Housing inequality in Amherst
October 11, 2019
AMHERST—Tom Fair comes to Amherst Community Connections, a nonprofit organization in downtown, every week to search for jobs and affordable housing. A former market gardener with a degree from UMass’ Stockbridge School, Fair became homeless about two years ago when he lost his farmland and has been working hard to better his situation.
Fair is just one of over 600 people who come to ACC yearly for help with their housing search. The problem, he says, is that there simply isn’t enough affordable housing in Amherst. To afford a one-bedroom apartment or a room in a shared house, one would need a yearly income of around $18,000, which many people simply don’t have.
“A lot of people don’t even try to look for housing because the move-in costs are so high,” Fair said. “First and last months’ rent, plus a security deposit just isn’t possible.” John Hornik, chairman of the Amherst Affordable Housing Trust, told the Daily Hampshire Gazette in August that the severe lack of affordable housing in Amherst amounts to a crisis.
Where does affordable housing go, and why are rent prices so high?
It’s a big question, but part of the answer is that low-income Amherst residents compete with a major demographic in the housing market: college students.
This fall, approximately 16,471 UMass Amherst students are not housed on campus. The majority of those students live in houses or apartments in Amherst that could otherwise be occupied by local families and individuals. For context, the town of Amherst’s total population is 37,819, according to the 2010 census.
That number includes students whose “usual residence” is in Amherst, which is many, though not all, of them. So, the number of UMass students living off-campus alone makes up about 43.5 percent of the town’s total population.
A study conducted in 2015 on the Amherst housing market found that “the student population is consuming the affordably priced housing that does exist.” Most “affordable” housing in Amherst is not deed restricted, meaning that it doesn’t have income qualification requirements; deed-restricted housing units may be reserved for low-income renters whose income qualifies them. Students are more able to pay the move-in costs upfront, leaving low-income renters on waitlists until units open up, which takes a long time since most leases are annual.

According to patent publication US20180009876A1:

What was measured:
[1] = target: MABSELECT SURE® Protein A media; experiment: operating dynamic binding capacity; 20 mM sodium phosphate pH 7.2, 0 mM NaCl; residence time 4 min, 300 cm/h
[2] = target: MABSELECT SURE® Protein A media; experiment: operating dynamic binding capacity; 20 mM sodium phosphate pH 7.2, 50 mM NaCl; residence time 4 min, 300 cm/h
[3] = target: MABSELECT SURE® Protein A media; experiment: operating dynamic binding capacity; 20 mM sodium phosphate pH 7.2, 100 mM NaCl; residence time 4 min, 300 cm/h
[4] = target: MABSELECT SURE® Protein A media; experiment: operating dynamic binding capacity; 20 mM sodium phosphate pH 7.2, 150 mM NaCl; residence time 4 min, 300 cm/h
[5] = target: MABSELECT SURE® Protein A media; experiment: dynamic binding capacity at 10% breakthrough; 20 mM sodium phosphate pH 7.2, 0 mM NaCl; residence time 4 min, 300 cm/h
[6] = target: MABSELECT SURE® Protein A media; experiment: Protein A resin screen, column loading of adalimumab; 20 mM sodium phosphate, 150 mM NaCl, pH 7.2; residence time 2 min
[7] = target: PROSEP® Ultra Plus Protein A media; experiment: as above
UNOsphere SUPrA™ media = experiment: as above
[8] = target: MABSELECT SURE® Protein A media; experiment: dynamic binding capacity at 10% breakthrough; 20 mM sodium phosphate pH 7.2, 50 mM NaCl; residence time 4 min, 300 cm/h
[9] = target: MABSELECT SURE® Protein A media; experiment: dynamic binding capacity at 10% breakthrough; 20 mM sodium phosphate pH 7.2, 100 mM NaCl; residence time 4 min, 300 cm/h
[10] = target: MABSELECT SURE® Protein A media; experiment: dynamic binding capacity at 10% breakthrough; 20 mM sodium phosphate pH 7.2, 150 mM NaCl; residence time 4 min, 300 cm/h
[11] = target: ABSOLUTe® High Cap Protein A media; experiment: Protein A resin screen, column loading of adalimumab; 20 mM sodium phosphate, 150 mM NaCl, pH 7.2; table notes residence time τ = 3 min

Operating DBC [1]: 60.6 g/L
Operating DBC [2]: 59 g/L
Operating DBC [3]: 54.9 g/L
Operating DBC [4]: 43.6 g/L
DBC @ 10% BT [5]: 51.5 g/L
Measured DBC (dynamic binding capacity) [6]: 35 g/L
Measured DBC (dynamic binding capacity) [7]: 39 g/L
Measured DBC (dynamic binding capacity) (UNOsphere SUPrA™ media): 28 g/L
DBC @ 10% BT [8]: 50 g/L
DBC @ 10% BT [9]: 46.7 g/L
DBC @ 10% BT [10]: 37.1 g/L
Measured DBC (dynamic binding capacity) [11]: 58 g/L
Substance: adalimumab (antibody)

The report states, “it may seem that the shortage of on-campus housing and student-focused housing off-campus affects only the student body, but that is not the case. It has effectively “priced out” households at low- and moderate-income levels and disrupted the “ebb and flow” relationship with Amherst’s traditional ownership market.”
Non-student renters can’t compete with students’ abilities to pay rent. Students often get assistance from their parents and rent at “bedroom prices” —each roommate in a house pays rent for their bedroom individually, rather than for the entire dwelling.
This has caused a larger trend in Amherst’s rental housing market, which has established “per bedroom” rental pricing almost uniformly. These bedroom rates cumulatively add up to more than what a household earning even $30,000 to $40,000 yearly can afford. And renters who can afford those rates have to put up with living in units occupied primarily by students.
Many landlords also have a bias for students and professionals—scrolling through Craigslist, it’s difficult to find rental ads that aren’t specifically looking for those kinds of renters.
The demand for student housing is driving gentrification in the town. Kendrick Place opened in Amherst Center last year, conveniently located within walking distance of UMass’ campus. Its website states that it is “redefining luxury living in Amherst,” a mission statement that is blissfully ignorant of the large homeless population, which has a visible presence in downtown Amherst.
Kendrick Place advertises to students looking for off-campus housing—if you schedule a showing and mention their ad on the Off-Campus Housing website, they’ll give you a free Antonio’s gift card. The construction of luxury apartments at a time when there is an urgent need for affordable housing demonstrates that the affordable housing crisis will not solve itself in the private market. The Town of Amherst must address the problem with policies and funds.
These problems have existed in Amherst for years, but are poised to intensify as UMass increases its enrollment and overwhelms its housing capacity. This academic year, the university enrolled the largest freshman class in its history, of 5,800 students. This broke the record set by last year’s freshman class of 5,010. These steep increases in enrollment have led to a shortage of on-campus housing.
To accommodate extra students, many common rooms in residence halls have been converted into dorm rooms, and many doubles that were designed to fit two people now house three. In an effort to free up space in residence halls, UMass offered $1000 to students from Amherst and surrounding areas who chose to commute this semester, rather than live on campus. This housing shortage will push more students off-campus in the coming years.